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Kriging for Drop Test Data

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What is the coverage of these retardant drops?

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We use the drop test to measure coverage.

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Retardant is collected in cups. Cups are capped and weighed.

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Knowing the weights allows us to recreate the pattern as a contour plot.

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Each cup becomes a gpc value, grams per hundred square feet.

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Converting grams of retardant into gpc.

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Both plots below use the same raw data. In the first plot, the contours are created from an array of raw data at a 15 by 15 spacing and by interpolation routines inherent in Splus software. In the second plot the points between raw data are estimated using kriging to produce an array of higher resolution (7.5 by 7.5) and then by Splus software. 15 by 15 array 7.5 by 7.5 array Which one is more accurate?

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We use a weighted average of the raw gpc values to predict unknown values. We use a method called kriging to come up with weights for the weighted average. These kriging weights are based on distance, direction and variability of the raw data.

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Steps to find the weighted average: 1.Create a variogram which is a mathematical description of the variation between observed gpc values. 2.Use the variogram to estimate the covariance at different distances. 3.Use the covariances to calculate kriging weights. 4.Calculate the weighted average of the raw data.

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Step 1: Create a variogram which is a mathematical description of the variation between observed gpc values. The variogram is the average squared difference between pairs of gpc values. The table on the next slide shows the variogram values for drop 104.

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distancegamma (variogram)number of pairs 23.970960.1458764120 58.11540.29422718028 86.777920.33411911831 111.96150.48188430293 145.63260.55369829346 170.10470.61312534471 201.50290.67990742091 227.9750.69438341259 257.24550.78118850939 283.37950.77115942779 310.97560.87573561842 342.3950.88940960465 369.55410.92866261478 400.31730.97599267232 427.09810.98746560637 456.36251.04414272292 484.2881.04921963810 512.66380.94881675918 542.54890.91198468710 569.68040.80848473019 In the first line of the table we see that at a distance of 23.97096 feet there are 4,120 pairs of cups. The average squared difference between all these pairs is 0.145876. Note: The distances in this table are calculated from the length of the drop pattern and the grid spacing.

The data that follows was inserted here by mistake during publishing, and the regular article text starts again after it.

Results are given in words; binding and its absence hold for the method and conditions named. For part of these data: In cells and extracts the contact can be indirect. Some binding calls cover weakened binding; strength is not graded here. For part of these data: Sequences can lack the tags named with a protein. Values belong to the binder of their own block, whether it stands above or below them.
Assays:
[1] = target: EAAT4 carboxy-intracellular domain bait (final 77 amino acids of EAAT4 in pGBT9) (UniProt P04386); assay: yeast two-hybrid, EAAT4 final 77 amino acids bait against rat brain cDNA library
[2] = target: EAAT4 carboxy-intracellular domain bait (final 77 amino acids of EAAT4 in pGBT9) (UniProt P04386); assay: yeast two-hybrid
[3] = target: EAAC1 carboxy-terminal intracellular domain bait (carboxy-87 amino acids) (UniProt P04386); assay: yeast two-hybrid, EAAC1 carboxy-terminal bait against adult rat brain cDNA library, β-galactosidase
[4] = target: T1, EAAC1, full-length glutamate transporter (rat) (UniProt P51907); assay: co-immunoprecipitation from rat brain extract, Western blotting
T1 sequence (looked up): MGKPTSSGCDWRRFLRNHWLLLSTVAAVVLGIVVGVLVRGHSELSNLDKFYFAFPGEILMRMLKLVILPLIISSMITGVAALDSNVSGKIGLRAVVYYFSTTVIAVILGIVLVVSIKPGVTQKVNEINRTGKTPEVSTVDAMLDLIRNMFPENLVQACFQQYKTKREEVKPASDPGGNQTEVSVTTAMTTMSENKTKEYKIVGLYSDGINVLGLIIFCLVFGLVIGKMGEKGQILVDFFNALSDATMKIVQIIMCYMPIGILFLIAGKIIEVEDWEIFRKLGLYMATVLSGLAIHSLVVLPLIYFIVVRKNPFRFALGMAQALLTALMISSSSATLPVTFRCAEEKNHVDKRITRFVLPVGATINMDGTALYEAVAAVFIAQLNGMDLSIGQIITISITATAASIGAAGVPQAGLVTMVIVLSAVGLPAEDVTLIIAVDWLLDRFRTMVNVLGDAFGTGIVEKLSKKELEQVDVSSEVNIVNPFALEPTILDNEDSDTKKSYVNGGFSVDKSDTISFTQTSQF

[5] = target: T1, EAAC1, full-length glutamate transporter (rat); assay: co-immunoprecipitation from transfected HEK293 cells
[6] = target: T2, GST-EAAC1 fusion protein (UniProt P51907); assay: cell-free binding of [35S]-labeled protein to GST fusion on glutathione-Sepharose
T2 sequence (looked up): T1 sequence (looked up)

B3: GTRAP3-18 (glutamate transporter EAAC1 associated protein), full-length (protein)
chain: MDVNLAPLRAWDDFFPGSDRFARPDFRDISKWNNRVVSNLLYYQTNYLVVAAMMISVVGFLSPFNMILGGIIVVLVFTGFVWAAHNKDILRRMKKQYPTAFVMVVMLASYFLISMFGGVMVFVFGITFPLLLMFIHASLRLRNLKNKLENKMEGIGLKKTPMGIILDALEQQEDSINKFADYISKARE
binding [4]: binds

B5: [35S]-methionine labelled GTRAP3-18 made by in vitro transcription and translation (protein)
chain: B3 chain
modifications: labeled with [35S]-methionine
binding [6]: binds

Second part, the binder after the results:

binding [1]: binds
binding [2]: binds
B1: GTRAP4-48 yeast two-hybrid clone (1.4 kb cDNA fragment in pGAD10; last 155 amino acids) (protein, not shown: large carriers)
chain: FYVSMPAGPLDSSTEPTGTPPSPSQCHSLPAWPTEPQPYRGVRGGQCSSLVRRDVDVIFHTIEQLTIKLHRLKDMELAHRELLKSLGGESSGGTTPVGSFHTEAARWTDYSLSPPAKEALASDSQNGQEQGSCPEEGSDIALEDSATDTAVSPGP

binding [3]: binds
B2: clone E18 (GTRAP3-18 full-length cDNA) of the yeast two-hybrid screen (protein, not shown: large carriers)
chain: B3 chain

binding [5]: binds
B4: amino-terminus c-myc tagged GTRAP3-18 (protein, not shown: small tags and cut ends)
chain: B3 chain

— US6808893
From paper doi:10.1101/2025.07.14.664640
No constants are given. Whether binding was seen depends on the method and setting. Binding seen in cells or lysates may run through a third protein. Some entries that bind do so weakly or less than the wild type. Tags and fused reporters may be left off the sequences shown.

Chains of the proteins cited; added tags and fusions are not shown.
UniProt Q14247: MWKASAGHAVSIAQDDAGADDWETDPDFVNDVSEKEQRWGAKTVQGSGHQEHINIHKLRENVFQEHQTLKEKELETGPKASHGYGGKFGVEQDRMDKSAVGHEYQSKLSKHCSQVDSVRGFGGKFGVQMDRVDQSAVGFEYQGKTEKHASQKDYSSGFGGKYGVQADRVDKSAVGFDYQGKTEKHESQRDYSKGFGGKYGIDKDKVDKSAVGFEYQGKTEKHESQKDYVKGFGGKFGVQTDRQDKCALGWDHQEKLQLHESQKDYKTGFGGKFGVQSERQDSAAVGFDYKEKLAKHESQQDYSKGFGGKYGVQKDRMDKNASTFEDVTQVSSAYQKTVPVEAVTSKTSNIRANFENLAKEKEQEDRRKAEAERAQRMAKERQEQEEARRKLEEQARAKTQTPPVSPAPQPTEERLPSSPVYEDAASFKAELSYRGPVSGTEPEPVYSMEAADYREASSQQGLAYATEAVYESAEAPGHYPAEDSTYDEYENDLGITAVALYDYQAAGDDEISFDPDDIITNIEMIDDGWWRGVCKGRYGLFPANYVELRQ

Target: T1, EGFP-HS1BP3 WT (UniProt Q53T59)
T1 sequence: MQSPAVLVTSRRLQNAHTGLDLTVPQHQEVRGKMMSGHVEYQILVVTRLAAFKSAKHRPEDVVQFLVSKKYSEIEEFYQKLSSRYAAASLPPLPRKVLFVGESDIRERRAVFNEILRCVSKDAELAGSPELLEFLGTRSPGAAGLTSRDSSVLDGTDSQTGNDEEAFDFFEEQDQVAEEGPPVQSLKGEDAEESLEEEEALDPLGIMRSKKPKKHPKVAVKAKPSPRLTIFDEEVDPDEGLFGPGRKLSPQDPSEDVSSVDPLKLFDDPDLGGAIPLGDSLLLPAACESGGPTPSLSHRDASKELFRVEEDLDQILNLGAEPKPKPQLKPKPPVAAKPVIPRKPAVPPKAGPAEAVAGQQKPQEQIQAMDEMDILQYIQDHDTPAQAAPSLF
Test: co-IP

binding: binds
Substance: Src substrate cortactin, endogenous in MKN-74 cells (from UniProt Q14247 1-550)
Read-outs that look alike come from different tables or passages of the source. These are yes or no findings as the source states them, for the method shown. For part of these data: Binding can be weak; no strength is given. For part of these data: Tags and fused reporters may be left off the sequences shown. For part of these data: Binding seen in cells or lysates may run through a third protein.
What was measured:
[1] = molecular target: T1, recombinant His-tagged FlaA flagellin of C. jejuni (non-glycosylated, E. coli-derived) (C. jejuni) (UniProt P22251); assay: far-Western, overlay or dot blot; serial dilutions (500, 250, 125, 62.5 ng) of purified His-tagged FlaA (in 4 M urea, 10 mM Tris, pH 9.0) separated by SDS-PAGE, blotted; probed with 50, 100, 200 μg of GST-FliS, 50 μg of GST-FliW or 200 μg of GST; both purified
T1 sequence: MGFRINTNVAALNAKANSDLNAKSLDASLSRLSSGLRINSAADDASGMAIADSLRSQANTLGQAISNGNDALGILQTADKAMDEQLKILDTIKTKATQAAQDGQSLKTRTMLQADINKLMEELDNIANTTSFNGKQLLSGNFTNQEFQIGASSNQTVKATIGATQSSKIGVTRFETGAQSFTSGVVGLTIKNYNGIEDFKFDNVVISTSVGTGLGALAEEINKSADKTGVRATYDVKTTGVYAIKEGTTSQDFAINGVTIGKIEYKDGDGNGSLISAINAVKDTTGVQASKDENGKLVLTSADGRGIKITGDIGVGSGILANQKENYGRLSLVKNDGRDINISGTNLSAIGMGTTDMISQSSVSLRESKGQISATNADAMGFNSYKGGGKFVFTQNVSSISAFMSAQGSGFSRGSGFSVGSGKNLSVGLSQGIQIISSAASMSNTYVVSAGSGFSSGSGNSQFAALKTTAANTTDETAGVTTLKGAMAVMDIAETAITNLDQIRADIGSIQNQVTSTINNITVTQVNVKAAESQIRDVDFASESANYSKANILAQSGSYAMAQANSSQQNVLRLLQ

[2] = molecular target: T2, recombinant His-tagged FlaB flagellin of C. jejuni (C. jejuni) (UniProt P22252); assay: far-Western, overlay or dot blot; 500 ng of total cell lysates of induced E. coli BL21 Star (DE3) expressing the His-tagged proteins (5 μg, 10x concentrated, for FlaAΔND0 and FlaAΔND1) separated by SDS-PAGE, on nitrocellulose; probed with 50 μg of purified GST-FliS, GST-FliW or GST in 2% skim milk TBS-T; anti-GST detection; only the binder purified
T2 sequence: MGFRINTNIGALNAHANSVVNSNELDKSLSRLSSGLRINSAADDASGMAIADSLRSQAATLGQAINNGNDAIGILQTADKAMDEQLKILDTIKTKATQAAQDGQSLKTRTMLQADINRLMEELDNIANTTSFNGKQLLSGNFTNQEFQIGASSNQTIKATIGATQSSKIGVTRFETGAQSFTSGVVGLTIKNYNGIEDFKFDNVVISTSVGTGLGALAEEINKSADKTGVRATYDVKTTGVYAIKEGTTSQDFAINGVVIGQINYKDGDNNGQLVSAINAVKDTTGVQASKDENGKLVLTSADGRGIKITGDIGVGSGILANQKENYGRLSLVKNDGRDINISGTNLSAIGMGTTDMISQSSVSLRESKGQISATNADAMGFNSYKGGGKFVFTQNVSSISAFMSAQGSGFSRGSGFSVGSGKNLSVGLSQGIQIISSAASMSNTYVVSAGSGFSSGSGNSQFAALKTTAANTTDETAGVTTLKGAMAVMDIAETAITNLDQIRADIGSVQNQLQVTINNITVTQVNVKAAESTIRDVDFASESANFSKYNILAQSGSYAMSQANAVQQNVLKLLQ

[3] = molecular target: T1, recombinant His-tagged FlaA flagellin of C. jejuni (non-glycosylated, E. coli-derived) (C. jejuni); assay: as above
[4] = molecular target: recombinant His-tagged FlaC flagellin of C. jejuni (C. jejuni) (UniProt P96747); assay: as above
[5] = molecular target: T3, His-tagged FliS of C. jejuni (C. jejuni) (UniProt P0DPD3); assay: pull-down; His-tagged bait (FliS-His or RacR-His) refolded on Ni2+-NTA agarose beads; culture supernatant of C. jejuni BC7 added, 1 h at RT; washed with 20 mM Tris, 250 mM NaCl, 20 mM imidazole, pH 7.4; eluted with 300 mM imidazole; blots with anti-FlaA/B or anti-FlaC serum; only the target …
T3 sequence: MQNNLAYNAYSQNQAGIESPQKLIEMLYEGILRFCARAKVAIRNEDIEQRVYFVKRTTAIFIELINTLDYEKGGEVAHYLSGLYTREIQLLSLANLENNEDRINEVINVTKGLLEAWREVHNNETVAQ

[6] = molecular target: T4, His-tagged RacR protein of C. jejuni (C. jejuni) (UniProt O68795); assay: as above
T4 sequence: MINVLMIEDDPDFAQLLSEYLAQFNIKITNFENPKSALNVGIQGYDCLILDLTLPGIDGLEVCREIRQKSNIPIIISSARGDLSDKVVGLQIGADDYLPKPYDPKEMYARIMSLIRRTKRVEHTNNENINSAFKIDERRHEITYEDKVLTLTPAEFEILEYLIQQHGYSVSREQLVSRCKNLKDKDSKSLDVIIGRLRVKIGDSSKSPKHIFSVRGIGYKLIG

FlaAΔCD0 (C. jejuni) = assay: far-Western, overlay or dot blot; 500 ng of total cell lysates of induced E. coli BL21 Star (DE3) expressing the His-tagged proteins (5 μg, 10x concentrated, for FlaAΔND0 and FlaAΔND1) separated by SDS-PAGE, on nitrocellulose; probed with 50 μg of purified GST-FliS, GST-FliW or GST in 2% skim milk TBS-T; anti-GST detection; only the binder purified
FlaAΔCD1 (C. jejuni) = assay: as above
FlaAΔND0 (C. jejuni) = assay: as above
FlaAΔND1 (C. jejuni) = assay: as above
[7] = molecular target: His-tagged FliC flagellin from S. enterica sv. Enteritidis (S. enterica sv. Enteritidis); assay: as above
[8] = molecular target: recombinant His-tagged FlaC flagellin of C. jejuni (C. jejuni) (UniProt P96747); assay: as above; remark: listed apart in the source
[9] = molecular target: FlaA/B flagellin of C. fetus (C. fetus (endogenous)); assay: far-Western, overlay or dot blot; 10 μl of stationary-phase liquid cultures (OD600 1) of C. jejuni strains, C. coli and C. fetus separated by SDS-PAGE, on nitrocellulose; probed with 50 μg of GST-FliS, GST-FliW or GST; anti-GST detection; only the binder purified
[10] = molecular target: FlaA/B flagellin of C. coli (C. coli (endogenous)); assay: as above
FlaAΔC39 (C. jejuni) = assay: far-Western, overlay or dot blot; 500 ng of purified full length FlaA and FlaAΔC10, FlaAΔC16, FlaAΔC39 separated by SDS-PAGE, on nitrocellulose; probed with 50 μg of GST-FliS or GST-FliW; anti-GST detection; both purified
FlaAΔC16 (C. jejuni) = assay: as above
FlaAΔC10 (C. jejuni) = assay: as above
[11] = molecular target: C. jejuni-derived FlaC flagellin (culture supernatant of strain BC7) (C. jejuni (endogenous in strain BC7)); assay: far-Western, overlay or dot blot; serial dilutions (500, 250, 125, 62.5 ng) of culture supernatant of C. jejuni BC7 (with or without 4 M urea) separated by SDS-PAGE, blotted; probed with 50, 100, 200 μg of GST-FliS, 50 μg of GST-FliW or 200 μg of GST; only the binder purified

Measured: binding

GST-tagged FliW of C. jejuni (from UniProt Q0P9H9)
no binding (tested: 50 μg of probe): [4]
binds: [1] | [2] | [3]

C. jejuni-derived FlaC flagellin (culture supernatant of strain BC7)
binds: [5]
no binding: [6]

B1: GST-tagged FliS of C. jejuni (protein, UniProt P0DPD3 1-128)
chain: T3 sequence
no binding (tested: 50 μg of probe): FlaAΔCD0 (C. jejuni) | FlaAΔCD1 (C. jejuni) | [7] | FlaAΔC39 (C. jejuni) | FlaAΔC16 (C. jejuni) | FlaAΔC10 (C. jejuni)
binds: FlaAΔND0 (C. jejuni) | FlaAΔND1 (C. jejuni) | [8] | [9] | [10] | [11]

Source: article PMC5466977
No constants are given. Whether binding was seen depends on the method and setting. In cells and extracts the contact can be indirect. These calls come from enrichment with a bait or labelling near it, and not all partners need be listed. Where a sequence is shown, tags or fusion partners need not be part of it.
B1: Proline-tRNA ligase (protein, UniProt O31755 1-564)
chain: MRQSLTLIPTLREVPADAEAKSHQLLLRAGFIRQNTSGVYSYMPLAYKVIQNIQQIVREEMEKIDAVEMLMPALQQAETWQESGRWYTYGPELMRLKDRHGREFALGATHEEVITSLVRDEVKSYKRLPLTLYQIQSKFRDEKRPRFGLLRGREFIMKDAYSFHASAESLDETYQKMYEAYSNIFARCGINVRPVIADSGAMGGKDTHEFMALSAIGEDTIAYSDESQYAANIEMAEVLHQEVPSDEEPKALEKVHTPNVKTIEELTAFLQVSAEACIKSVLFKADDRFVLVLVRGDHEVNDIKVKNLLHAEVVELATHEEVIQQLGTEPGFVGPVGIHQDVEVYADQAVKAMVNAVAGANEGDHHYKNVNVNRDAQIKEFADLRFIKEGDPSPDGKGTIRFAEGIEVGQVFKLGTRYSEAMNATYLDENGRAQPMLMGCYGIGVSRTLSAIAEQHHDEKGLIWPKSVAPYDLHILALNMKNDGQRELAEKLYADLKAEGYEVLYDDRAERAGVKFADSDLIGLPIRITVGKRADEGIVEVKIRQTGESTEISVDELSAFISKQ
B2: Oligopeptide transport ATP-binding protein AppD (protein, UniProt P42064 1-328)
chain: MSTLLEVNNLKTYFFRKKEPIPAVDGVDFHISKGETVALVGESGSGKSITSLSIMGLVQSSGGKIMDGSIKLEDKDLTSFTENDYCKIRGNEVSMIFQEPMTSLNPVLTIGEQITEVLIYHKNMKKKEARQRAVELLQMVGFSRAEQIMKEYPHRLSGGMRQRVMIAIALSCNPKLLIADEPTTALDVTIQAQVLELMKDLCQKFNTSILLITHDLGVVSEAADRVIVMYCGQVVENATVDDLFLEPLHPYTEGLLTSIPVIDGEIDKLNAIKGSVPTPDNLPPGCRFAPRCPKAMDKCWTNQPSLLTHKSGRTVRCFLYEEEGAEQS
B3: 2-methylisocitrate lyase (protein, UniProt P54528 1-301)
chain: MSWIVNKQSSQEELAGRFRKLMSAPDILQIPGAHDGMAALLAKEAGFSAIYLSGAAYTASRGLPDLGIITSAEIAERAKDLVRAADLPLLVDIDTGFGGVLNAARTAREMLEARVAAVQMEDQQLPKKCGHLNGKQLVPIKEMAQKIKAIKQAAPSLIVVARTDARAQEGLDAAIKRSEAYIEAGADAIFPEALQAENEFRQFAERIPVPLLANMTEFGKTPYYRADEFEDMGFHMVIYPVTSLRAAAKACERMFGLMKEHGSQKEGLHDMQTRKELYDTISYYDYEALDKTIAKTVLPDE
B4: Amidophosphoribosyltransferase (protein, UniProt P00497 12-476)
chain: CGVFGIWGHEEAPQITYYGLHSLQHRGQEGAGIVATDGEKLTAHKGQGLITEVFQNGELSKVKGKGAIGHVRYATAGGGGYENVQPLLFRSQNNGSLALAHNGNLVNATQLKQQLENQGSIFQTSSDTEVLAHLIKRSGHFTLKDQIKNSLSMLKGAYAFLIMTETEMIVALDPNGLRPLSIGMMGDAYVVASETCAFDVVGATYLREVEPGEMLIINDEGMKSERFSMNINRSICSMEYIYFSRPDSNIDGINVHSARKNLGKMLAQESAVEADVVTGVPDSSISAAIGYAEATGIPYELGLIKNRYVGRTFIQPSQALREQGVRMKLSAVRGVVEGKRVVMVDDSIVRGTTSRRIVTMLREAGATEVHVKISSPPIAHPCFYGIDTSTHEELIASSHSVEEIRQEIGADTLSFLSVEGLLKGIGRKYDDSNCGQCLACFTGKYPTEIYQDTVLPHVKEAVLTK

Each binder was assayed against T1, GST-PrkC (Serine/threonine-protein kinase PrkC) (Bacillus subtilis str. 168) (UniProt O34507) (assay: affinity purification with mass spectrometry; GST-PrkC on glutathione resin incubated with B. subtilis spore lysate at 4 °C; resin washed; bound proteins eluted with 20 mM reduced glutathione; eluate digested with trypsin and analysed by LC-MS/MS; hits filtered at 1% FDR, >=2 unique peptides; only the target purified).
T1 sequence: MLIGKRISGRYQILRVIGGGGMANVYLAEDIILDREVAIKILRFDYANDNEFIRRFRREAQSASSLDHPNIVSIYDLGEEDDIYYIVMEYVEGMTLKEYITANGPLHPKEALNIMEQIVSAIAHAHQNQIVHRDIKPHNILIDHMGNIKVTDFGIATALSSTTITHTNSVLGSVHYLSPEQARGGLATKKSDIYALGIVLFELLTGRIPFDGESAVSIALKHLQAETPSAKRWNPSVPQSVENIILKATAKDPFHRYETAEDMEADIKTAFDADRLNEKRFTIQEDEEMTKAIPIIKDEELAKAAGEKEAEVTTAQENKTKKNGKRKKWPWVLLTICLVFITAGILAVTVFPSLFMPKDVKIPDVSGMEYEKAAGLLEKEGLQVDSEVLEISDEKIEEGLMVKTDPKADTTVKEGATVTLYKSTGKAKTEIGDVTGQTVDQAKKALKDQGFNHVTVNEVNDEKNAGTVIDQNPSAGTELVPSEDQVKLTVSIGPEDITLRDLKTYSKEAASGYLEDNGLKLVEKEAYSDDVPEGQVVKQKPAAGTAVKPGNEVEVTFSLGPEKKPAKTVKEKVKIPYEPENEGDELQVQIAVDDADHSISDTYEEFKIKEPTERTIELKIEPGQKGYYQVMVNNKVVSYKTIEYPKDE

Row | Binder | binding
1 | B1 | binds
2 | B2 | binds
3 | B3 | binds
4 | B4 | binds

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We plot the data from the table and fit a curve. distance gamma (variogram) 23.970960.145876 58.11540.294227 86.777920.334119 111.96150.481884 145.63260.553698 170.10470.613125 201.50290.679907 227.9750.694383 257.24550.781188 283.37950.771159 310.97560.875735 342.3950.889409 369.55410.928662 400.31730.975992 427.09810.987465 456.36251.044142 484.2881.049219 512.66380.948816 542.54890.911984 569.68040.808484

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Range: As the distance between pairs increases, the average squared difference between pairs will increase. Eventually, an increase in distance will no longer produce and increase in average squared difference, and the variogram will reach a plateau. The distance at which the plateau is reached is the range. Sill: The value of the average squared difference at the range. Nugget: The vertical jump between zero and the first variogram value. Now that we have our range, sill and nugget we will look at some sample data to calculate the weights. Three features of the trend line are used to calculate weights in our weighted average.